The players Hoyer may seek, according to my sources and based on what appears to be a desire to strengthen the farm system with young, high-ceiling players, may include three or four of the following: Jordan Groshans, a shortstop with the potential to move to third base; right-handed pitchers Simeon Woods Richardson, Adam Kloffenstein, or Alek Manoah; and outfielder Dason Brown (scouting report), who has solid contact skills with some projectable power and 80-grade speed. Both mentioned Austin Martin (scouting report), Toronto’s No. 2 prospect, but I think that might be a bit of a stretch.

It still seems unlikely the Cubs would part with Hendricks, but considering the team’s current affairs and based on the Yu Darvish trade, it’s somewhat sad that the rumor can’t be tossed aside as pure speculation.

Cubs News & Notes

Odds & Sods

I’ve not once thought of LaTroy Hawkins as someone who belongs in baseball’s Hall of Fame and I don’t think a case can be made for his inclusion.

Monday Stove

Because many players had poor 2020 seasons, there remains a number of good buy-low candidates in free agency, including Marcus Semien, Kolten Wong, and Chris Archer.

The Blue Jays deserve a great deal of credit for signing George Springer, something most analysts thought was unlikely until talks intensified late last week.

Having already acquired Francisco Lindor and Carlos Carrasco, the Mets are not that upset Springer spurned them for the Blue Jays.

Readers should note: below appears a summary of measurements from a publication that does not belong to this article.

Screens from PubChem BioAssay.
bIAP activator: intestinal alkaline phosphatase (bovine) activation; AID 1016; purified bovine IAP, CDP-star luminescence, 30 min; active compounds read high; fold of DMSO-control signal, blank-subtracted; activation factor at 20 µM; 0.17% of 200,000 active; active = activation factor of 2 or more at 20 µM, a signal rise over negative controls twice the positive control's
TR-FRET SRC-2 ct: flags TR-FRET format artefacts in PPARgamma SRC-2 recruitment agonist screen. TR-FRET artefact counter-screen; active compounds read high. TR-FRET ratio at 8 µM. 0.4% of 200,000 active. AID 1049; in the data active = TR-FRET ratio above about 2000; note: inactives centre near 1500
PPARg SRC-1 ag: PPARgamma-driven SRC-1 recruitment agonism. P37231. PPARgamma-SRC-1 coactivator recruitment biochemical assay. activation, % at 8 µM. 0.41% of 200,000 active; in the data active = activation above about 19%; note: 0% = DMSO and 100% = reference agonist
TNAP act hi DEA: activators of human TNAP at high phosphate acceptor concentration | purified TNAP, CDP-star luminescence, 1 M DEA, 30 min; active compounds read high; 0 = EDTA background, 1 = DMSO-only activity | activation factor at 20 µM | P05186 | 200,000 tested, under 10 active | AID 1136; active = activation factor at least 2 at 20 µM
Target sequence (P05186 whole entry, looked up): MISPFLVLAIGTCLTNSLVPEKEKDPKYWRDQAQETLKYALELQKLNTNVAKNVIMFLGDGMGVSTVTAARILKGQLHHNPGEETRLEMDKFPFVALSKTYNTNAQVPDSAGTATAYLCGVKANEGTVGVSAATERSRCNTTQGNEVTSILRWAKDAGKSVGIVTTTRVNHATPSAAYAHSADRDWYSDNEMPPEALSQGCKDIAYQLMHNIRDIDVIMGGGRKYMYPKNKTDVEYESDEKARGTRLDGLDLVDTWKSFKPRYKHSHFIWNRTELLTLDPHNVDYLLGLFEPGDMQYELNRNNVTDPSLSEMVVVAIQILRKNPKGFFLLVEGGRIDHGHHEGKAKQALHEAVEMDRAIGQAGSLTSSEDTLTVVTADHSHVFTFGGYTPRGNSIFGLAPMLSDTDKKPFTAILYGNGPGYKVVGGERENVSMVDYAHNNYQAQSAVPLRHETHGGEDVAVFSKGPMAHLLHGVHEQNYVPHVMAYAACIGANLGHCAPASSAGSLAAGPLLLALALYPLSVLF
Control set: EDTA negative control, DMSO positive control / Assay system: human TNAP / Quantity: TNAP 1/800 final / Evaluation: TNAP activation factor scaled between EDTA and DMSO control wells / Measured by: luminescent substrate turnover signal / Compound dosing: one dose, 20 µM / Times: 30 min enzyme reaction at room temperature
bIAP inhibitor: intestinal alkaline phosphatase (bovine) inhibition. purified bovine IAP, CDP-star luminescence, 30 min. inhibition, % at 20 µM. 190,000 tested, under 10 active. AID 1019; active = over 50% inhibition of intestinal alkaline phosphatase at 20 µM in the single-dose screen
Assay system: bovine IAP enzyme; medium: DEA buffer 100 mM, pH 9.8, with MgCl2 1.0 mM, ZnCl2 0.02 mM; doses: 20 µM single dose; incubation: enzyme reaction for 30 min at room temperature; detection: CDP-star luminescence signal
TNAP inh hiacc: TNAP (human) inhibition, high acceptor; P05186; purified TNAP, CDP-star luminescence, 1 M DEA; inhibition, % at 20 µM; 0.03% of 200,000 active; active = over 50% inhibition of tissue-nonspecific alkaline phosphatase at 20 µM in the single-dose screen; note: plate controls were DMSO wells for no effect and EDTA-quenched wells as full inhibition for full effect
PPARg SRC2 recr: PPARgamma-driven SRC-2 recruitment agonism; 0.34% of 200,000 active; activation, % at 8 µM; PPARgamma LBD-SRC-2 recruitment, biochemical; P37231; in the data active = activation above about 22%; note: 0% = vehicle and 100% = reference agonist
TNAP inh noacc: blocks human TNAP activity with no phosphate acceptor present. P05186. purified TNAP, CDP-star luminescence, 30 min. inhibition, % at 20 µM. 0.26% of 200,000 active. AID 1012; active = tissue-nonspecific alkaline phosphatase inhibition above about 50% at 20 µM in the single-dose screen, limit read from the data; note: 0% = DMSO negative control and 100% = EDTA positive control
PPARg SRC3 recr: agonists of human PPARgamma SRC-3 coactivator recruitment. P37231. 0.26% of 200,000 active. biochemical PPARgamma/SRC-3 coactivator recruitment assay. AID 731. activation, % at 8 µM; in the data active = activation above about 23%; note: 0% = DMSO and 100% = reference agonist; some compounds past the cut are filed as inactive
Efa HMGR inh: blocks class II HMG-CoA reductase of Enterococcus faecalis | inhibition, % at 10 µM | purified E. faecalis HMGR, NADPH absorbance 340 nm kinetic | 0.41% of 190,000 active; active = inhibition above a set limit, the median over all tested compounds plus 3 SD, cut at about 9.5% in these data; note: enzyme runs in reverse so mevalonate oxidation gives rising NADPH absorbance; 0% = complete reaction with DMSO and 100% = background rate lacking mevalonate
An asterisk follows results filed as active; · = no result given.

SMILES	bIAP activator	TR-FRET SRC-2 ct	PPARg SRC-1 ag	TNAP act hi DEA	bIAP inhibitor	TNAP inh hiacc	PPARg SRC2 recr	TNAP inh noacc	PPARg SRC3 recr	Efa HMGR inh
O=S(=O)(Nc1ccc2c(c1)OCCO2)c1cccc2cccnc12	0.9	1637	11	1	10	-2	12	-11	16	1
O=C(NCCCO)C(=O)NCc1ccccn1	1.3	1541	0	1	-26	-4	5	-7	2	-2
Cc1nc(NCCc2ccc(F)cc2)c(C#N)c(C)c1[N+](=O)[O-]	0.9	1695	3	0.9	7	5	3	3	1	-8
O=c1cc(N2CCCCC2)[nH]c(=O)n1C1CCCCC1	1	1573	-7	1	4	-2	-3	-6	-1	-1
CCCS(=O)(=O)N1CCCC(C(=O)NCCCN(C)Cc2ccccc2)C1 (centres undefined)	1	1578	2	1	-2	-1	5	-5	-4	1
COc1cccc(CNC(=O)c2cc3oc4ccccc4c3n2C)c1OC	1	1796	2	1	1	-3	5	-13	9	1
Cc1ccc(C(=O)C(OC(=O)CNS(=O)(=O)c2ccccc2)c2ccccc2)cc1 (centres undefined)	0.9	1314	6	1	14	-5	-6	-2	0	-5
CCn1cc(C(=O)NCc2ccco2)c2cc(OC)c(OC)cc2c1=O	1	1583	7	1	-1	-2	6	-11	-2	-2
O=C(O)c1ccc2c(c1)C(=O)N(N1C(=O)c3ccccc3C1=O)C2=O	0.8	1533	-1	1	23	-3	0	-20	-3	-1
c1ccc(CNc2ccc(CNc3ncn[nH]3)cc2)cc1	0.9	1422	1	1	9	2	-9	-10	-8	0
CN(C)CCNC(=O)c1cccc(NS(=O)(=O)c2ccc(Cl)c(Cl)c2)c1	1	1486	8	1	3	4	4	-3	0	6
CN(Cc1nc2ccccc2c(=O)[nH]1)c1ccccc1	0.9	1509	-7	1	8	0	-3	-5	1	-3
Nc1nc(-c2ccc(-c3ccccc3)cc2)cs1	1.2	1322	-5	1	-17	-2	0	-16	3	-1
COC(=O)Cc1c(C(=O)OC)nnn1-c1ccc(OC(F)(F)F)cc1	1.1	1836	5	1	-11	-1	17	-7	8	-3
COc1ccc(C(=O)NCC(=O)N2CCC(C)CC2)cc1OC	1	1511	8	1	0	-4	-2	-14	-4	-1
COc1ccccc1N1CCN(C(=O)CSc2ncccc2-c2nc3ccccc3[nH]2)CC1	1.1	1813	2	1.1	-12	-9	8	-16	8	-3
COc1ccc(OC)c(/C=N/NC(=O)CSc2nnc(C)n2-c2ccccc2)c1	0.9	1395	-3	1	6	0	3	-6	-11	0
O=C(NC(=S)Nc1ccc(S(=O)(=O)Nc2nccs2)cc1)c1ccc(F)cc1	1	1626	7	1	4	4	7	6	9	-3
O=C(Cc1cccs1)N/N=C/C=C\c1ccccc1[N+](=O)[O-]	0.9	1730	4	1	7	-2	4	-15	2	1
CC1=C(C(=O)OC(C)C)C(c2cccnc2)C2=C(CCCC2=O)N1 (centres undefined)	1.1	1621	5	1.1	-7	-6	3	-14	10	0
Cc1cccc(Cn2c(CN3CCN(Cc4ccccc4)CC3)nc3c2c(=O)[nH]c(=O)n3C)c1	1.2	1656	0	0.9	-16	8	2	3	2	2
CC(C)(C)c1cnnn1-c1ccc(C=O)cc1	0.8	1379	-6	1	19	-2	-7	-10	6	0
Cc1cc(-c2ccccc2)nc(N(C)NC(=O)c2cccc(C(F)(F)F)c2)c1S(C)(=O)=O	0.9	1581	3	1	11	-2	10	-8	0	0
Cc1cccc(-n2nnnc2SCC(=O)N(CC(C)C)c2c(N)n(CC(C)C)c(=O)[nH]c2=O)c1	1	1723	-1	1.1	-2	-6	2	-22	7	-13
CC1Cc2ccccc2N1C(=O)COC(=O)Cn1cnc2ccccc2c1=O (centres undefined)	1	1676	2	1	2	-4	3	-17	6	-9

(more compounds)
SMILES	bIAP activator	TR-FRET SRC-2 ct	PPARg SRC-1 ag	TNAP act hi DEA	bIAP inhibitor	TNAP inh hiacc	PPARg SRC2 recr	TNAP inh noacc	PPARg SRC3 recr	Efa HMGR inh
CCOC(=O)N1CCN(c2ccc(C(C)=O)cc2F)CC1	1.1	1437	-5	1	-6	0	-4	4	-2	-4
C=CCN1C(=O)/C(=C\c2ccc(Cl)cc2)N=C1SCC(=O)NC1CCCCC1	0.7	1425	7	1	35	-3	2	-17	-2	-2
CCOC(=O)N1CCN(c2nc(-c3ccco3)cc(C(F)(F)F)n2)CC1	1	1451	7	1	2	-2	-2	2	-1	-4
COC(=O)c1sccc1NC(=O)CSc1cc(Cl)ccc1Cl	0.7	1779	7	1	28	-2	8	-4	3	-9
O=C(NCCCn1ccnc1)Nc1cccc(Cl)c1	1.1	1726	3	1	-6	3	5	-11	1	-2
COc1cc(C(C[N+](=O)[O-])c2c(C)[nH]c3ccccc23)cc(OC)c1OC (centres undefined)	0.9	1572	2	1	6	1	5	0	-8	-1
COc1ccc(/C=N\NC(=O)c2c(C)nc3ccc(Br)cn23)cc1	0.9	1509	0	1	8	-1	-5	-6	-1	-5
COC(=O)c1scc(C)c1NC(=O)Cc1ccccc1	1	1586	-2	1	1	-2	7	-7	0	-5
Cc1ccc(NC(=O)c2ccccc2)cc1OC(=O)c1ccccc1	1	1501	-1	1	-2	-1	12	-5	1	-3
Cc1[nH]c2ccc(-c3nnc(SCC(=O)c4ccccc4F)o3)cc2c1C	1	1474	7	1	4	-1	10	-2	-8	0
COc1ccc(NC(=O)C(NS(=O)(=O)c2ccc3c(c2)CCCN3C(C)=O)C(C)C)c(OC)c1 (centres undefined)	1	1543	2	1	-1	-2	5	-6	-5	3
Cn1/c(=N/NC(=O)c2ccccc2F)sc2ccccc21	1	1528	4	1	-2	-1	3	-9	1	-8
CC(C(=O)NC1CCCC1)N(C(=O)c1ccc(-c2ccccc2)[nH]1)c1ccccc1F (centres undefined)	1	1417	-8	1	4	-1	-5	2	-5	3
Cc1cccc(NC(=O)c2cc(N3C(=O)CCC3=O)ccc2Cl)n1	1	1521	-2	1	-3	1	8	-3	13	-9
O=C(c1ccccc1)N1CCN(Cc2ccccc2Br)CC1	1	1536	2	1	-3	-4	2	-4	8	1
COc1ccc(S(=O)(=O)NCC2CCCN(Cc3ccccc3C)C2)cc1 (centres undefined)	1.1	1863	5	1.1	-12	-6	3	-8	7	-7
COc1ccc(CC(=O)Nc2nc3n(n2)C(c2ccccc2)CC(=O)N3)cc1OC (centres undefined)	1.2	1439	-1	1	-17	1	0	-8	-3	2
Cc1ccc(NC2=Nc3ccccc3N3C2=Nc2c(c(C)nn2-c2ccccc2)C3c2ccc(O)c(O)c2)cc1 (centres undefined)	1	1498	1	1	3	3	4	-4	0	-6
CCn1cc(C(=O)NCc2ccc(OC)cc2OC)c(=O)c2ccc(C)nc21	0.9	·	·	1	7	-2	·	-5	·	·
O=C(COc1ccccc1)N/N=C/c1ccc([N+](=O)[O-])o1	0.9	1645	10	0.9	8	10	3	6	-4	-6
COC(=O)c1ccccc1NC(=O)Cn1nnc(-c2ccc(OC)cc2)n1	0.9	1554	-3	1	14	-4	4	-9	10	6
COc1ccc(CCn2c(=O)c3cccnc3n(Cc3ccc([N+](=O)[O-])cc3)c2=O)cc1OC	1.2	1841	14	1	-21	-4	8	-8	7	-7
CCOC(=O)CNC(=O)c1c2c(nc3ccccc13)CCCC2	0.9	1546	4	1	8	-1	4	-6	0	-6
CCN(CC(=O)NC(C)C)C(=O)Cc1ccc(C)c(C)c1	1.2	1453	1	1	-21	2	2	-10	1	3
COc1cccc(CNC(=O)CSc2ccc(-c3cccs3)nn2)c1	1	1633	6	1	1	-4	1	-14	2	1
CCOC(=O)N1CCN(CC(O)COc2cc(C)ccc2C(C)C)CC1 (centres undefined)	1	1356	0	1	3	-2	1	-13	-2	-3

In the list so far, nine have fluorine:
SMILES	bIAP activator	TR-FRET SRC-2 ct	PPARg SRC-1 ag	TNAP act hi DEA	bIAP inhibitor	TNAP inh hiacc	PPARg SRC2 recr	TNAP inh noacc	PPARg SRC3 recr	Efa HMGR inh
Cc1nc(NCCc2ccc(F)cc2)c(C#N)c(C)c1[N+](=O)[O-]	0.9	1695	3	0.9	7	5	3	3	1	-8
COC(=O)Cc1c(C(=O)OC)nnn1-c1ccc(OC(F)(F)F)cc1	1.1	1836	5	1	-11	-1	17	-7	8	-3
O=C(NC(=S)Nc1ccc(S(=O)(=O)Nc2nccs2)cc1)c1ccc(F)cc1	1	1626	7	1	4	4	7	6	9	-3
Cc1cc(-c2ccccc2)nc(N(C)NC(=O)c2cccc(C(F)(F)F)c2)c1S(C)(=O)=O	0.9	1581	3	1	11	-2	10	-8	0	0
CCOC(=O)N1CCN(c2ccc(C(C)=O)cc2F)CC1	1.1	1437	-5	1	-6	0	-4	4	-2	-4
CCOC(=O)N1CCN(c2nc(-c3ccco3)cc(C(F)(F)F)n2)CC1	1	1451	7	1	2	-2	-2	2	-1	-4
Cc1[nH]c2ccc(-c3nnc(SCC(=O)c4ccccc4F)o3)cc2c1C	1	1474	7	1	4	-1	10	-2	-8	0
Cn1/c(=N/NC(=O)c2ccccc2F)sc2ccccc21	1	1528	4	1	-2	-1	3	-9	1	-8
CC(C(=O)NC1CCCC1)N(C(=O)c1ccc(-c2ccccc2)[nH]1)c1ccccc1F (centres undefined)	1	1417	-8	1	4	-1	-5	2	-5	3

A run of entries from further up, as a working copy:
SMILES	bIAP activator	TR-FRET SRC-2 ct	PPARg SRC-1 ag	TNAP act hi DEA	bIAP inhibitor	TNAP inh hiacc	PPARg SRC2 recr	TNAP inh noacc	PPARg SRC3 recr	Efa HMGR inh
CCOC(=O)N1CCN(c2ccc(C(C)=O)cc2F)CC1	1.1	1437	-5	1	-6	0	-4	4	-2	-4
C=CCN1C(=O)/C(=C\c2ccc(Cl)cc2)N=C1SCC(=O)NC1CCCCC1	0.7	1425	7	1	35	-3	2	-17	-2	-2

The Nationals have signed Brad Hand to a one-year, $10.5 million contract to be the team’s new closer.

In an effort to add major league players to a relatively inexperienced outfield, the Giants are reportedly interested in Eddie Rosario and Jackie Bradley Jr.

The Pirates picked up four promising minor leaguers when they traded Jameson Taillon to the Yankees.

Based on the moves the Pirates have made over the past 6-8 years, maybe it’s best if baseball considered the franchise for contraction.

Prized St. Louis prospects Nolan Gorman and Matthew Liberatore have a chance to make the Cardinals’ big league roster this spring, and both could see significant playing time in 2021.

This is a cool story: Aaron and Willie Mays almost became teammates on the Giants, but a difference of $50 convinced Hammerin’ Hank to sign with the Braves instead.

Out of Left Field

Derek Holland has this morning’s hottest take.


Extra Innings

Aaron forced America to change its views of Black athletes. Unfortunately, the country still has a long way to go.

They Said It

  • “I think we’re going to have a really competitive team next year. But do we need to make some moves with the future in mind after six years of every single move being directed on the present? Yes.” – Jed Hoyer

Monday Walk Up Song

The Spirit of Radio by Rush – Formulaic and mercenary, just like recent trade speculation, FM album-oriented radio was the best vehicle to discover something new in the 1970s and ’80s. If there is a parallel to what Hoyer is trying to accomplish this winter, perhaps this song is it.